However, it is not the game that interests me in the field of Special Needs, so much as the strategy. Over my sixteen years as a headteacher, I had many discussions with parents expressing disquiet over the processes of the SEN system, particularly the hoops that they had to jump through in order to get some external views on their child. This was often particularly severe in the case of statements. Over time this became clearer with children having some kind of designation, Early Intervention, School Action, School Action Plus, with funding allocated to specific categories. There were still “blockages”, mainly due to allocation of time by specialist services, but it was possible to develop a system which was understandable to all parties.
Reflecting after the event and also on the practices seen in a number of the Inclusion Quality Mark schools’ reports, it would seem that a system based on the initials, rather than the strategy of Tic Tac Toe would be helpful.
TIC – Team including the child; TAC- Team around the child; TOE- Team of experts
It is arguable that all teams are teams around the child, but it is possible to visualise this as a journey that starts with conversations between the teacher and child, develops with parent-child-teacher, then starts to involve a larger group of internal and external expertise in support of the child’s development. Essentially, the system is creating a series of safety nets through which, it is to be hope, no child can slip.
There are many examples of these systems across the IQM family of schools, with a common thread of high level communication among all participants.
Parents at John Bentley School in Calne, Wiltshire the John of Gaunt School, in Trowbridge, articulated the view that “Contact arrangements with school are very good. There is very good communication with the school staff, especially the Health and Welfare system and Individual Learning Department, with very quick response to queries. There is a quality of access to teachers at all levels, including senior managers. The systems in the school support their children. They value the Parentmail system, improving regular contacts. Staff visit the home to support individual children. Work is provided for children when they have to at home for an extended period. The “time out” system allows students with specific issues to self-refer to support.”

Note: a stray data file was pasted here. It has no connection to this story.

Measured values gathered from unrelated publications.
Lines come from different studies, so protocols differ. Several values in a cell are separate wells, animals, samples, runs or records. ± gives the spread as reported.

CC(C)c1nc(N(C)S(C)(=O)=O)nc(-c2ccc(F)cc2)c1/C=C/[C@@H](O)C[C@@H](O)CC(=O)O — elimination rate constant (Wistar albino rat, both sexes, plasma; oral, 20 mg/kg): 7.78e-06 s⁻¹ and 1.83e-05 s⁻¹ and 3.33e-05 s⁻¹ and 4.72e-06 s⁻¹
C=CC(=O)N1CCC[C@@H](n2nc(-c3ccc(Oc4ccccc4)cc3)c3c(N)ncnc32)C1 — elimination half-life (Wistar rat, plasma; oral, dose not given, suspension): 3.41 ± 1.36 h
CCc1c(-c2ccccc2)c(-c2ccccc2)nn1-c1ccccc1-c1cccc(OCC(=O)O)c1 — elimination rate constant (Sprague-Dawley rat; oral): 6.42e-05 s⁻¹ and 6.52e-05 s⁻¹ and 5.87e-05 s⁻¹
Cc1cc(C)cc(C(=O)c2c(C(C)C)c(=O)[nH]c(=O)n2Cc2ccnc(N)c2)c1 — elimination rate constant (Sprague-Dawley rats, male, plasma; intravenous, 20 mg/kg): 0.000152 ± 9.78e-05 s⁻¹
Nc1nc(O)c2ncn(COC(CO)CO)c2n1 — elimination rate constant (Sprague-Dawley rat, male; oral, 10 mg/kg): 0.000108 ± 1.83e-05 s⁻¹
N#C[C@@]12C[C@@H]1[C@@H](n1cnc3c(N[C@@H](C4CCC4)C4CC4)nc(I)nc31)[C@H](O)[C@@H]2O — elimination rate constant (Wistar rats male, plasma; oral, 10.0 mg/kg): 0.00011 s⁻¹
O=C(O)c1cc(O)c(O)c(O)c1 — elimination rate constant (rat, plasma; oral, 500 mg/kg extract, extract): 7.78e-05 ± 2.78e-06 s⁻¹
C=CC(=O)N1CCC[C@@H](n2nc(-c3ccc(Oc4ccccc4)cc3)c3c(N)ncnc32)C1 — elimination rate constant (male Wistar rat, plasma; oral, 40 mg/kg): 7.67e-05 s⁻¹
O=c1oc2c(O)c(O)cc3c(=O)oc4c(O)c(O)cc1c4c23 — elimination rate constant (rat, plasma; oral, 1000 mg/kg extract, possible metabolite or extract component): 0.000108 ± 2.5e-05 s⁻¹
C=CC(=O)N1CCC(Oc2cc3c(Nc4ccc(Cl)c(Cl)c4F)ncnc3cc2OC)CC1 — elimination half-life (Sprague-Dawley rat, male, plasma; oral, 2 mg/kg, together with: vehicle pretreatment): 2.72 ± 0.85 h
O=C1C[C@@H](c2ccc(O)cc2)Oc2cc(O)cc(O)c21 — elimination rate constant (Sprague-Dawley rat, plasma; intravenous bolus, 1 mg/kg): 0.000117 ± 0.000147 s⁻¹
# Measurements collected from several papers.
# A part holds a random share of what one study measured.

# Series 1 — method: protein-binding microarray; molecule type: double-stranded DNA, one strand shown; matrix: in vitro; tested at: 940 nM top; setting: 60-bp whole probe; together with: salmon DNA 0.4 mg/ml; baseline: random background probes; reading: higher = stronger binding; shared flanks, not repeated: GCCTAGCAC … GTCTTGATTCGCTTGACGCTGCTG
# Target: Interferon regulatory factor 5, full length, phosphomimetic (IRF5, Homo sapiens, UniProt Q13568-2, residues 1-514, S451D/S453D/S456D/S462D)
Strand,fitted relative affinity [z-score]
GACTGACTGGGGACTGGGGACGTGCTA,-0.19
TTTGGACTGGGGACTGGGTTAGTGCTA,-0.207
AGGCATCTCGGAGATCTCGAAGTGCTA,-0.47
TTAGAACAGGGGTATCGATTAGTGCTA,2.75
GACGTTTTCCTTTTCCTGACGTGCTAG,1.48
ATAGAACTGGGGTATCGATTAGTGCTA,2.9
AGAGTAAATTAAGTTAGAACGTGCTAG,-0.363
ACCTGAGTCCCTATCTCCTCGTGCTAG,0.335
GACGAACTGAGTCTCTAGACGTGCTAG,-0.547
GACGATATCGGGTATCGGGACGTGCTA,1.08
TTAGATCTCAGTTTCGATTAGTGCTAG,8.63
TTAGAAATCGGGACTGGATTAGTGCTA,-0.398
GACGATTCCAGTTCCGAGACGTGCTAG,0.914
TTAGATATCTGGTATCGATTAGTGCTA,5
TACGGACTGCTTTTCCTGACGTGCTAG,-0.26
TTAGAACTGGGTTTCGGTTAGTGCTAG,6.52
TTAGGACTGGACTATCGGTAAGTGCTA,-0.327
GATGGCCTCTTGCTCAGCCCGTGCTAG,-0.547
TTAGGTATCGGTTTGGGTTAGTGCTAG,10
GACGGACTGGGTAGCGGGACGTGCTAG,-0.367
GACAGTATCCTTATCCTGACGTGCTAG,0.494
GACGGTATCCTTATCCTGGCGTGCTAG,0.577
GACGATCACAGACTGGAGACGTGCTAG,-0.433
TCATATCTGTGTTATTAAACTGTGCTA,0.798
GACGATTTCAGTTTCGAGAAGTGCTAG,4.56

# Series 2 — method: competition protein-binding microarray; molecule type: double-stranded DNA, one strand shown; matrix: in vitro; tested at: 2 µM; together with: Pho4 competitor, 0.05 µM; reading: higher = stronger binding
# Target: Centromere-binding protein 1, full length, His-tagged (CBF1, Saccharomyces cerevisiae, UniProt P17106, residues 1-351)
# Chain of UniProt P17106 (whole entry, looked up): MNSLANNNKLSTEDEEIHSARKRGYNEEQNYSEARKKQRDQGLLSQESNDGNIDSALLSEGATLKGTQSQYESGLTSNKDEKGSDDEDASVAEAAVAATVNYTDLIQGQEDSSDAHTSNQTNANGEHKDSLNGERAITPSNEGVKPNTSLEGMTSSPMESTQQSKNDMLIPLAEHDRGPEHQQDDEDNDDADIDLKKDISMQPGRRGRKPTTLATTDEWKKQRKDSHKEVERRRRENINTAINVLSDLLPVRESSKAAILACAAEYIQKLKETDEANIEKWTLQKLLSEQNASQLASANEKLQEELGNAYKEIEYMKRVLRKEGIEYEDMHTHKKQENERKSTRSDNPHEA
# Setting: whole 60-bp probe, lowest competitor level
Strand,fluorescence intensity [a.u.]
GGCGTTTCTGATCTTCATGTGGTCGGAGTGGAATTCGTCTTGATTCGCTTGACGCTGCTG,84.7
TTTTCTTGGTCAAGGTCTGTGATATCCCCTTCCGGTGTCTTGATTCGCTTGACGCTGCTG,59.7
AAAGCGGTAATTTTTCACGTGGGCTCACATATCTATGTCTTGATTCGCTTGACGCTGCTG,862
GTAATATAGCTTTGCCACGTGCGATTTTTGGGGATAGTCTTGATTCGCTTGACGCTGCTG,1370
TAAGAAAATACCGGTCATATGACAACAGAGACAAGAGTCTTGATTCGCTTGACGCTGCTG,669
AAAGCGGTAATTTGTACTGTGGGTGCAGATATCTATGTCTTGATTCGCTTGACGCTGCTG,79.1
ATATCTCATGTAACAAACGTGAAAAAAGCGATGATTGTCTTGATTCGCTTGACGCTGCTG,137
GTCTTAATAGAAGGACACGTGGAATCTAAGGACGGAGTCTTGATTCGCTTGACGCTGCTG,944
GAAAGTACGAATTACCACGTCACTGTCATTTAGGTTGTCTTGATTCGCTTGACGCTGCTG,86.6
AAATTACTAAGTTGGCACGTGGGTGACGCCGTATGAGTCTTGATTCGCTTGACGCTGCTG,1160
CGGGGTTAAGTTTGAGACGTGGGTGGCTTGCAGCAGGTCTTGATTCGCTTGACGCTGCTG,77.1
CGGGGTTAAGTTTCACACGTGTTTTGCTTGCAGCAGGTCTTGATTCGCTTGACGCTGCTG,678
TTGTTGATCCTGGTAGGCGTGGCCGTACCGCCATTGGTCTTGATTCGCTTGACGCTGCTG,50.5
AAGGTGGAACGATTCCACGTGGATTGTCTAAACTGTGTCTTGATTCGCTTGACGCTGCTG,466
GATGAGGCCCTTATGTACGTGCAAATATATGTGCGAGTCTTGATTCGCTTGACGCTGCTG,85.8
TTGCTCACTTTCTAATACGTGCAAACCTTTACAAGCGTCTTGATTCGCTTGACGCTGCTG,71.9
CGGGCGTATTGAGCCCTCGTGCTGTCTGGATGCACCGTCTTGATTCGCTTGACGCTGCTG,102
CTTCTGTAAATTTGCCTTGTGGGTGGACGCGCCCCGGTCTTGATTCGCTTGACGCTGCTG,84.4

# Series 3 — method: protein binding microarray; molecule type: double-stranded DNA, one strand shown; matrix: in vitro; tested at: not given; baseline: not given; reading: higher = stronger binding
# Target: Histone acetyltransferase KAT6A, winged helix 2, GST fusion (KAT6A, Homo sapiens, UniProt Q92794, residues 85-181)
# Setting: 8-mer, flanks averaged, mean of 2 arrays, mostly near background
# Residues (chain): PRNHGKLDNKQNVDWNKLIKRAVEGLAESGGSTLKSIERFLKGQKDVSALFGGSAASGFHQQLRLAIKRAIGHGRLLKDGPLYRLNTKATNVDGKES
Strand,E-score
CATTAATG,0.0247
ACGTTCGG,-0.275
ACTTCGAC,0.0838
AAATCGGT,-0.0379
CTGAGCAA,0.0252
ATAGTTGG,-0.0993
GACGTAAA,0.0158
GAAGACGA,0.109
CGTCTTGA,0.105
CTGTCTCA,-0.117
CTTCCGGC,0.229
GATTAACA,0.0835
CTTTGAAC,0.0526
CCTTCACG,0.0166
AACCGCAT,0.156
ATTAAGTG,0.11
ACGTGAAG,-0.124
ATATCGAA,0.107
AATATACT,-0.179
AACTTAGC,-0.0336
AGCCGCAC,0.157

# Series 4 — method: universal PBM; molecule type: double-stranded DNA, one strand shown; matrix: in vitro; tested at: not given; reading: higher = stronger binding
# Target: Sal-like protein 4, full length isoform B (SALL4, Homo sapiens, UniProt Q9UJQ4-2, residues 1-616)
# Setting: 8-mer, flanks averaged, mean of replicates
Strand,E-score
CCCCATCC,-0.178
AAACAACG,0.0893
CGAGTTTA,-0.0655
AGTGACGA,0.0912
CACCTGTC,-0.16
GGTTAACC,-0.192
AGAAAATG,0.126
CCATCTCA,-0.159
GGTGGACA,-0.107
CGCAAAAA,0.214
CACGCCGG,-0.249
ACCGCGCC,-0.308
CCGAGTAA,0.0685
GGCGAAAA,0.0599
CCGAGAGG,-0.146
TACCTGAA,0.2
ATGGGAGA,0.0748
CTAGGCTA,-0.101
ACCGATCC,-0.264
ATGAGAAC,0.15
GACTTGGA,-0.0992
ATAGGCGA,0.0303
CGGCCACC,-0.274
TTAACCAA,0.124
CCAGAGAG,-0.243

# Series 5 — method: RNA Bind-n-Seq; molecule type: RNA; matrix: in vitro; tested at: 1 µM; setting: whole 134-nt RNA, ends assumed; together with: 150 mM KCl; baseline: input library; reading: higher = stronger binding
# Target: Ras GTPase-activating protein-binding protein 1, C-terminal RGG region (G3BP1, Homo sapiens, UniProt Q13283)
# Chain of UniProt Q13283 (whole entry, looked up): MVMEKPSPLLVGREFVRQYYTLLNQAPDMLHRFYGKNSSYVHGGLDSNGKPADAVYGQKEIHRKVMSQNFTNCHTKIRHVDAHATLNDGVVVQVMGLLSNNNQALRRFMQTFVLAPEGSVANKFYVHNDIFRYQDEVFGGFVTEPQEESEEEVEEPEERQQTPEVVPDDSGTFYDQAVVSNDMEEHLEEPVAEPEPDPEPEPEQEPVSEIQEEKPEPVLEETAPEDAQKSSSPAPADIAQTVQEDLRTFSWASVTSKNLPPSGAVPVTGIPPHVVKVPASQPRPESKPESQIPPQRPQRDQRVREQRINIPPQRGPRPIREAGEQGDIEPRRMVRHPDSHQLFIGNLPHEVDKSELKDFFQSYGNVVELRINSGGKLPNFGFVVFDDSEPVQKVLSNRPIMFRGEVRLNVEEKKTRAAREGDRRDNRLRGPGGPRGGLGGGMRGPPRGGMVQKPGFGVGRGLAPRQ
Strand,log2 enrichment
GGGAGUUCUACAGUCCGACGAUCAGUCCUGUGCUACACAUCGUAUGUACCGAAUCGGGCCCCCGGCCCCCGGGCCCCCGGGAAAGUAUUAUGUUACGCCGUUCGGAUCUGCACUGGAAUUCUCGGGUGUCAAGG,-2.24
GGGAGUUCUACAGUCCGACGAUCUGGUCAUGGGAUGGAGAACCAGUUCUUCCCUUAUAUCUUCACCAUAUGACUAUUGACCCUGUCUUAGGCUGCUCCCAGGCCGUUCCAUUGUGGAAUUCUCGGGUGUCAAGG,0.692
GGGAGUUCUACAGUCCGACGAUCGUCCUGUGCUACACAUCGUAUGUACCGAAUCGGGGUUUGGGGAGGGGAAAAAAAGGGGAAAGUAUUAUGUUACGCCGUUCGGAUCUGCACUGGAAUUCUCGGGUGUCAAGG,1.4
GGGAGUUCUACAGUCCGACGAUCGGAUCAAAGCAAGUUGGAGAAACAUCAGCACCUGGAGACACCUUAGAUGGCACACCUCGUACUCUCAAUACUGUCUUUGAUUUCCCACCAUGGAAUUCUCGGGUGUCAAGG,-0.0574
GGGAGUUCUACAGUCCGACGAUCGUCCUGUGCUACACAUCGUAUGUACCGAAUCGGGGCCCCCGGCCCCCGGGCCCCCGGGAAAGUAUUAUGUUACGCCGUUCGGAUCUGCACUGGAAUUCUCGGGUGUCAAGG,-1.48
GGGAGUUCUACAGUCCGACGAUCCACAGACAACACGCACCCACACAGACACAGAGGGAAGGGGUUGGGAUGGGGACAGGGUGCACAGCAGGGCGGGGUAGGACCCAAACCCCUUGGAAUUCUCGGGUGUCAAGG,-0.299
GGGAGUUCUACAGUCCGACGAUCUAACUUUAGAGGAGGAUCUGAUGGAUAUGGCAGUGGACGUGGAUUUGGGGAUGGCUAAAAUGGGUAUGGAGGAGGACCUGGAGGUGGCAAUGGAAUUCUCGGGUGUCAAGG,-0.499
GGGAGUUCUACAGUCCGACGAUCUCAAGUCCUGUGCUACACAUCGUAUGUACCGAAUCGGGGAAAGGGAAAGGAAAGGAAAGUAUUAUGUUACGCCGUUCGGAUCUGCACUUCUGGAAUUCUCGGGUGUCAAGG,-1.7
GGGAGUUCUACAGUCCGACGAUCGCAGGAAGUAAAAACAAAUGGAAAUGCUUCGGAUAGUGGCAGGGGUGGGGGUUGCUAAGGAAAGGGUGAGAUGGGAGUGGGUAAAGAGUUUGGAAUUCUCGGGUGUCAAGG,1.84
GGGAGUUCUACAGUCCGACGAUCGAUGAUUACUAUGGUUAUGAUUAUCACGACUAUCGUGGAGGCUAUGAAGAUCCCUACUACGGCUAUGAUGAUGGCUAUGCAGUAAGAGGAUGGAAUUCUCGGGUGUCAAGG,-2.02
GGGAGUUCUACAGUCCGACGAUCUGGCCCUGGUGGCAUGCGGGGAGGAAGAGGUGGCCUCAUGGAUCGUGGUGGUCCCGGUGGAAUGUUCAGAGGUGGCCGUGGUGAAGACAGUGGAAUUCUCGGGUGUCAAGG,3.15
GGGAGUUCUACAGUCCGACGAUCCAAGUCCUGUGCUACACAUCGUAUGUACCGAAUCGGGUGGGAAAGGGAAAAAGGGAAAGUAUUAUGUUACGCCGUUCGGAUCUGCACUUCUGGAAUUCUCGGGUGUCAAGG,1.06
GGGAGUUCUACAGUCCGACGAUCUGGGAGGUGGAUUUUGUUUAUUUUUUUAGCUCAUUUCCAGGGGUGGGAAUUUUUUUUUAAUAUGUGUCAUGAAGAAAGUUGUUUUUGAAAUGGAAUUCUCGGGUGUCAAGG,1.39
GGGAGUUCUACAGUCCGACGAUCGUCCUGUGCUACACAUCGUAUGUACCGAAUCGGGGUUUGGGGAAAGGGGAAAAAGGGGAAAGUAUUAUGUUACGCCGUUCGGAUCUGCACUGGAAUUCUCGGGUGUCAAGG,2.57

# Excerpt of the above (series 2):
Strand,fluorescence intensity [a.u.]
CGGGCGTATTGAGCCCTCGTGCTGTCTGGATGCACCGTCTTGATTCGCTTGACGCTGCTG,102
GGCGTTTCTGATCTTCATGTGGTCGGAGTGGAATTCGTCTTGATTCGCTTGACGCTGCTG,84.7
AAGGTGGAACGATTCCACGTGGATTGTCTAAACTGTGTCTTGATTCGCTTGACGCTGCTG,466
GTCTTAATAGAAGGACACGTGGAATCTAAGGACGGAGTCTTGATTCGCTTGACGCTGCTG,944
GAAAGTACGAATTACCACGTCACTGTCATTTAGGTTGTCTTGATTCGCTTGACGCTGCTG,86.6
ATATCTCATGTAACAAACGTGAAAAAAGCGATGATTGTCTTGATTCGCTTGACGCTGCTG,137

The processes showed that “Inclusion is a strength of the teaching and learning environment, with a range of dedicated staff allocated to support individuals, either in learning or their emotional security. The Calne Cluster Multi Agency Forum has become, over the past couple of years, a significant factor in the assurance of coordinated support action with external agencies. Developed with the aid of NCSL funding, this cluster meets regularly to share good practice, which can be based around anonymous family case studies. It also gives a strong personal basis for Team Around the Child (TAC) as they become necessary to support individuals.”
“Children are safe and secure, basic needs are assured, they feel well cared for by all staff, and have good self-esteem, thus creating the environment where they can make decisions, think for themselves and try, knowing learning is derived from attempting something.”
In West London Academy, Norwood- The underlying philosophy is prefaced on the view that everyone is good at something and that all have the capacity to succeed in some form. Here is the language of possibility being articulated and lived through the students. Staff articulate the view that “We don’t give up on the children” and evidenced this throughout the Academy, with SAFE staff suggesting that support continues after some individuals have left.
Students are safeguarded and have a very clear wrap-around system of support that ensures that, not only do they not “slip though the net”, but are enabled to pursue their personal ambitions.
Children are discussed on a regular basis, eg Primary Phase class teacher, Safe worker and class worker roles, together with HS Safe workers, Key Stage Learning Leader role, Education Welfare Officer, Academy Counsellor all work together to ensure inclusion. Information is shared between them in weekly ECM Meetings.
There is much joined up thinking, with staff articulating their working relationships with others. This was particularly evidenced in conversation with the Academy Counsellor, EAL team member, JCS staff member and the year 8 SAFE worker, where each found ways to describe how they work together for the good of individual children. This was endorsed through other conversations focused on curriculum entitlement, where children are supported to succeed. All conversations had a focus of building capacity, taking personal responsibility, good communication, demonstrating that each child in this Academy has an identifiable Team Around each Child, always looking to enhance opportunities.
Orchard Primary, Hackney held regular meetings across the three schools in its group, checking on the vulnerability of each child, with specific focus on certain children and families. There was a follow-through system, with specific staff delegated to monitor and mentor as needed.
Bethnal Green Academy pastoral care was exemplary, with multiple layers of support, with mentoring and coaching at the heart of the systems.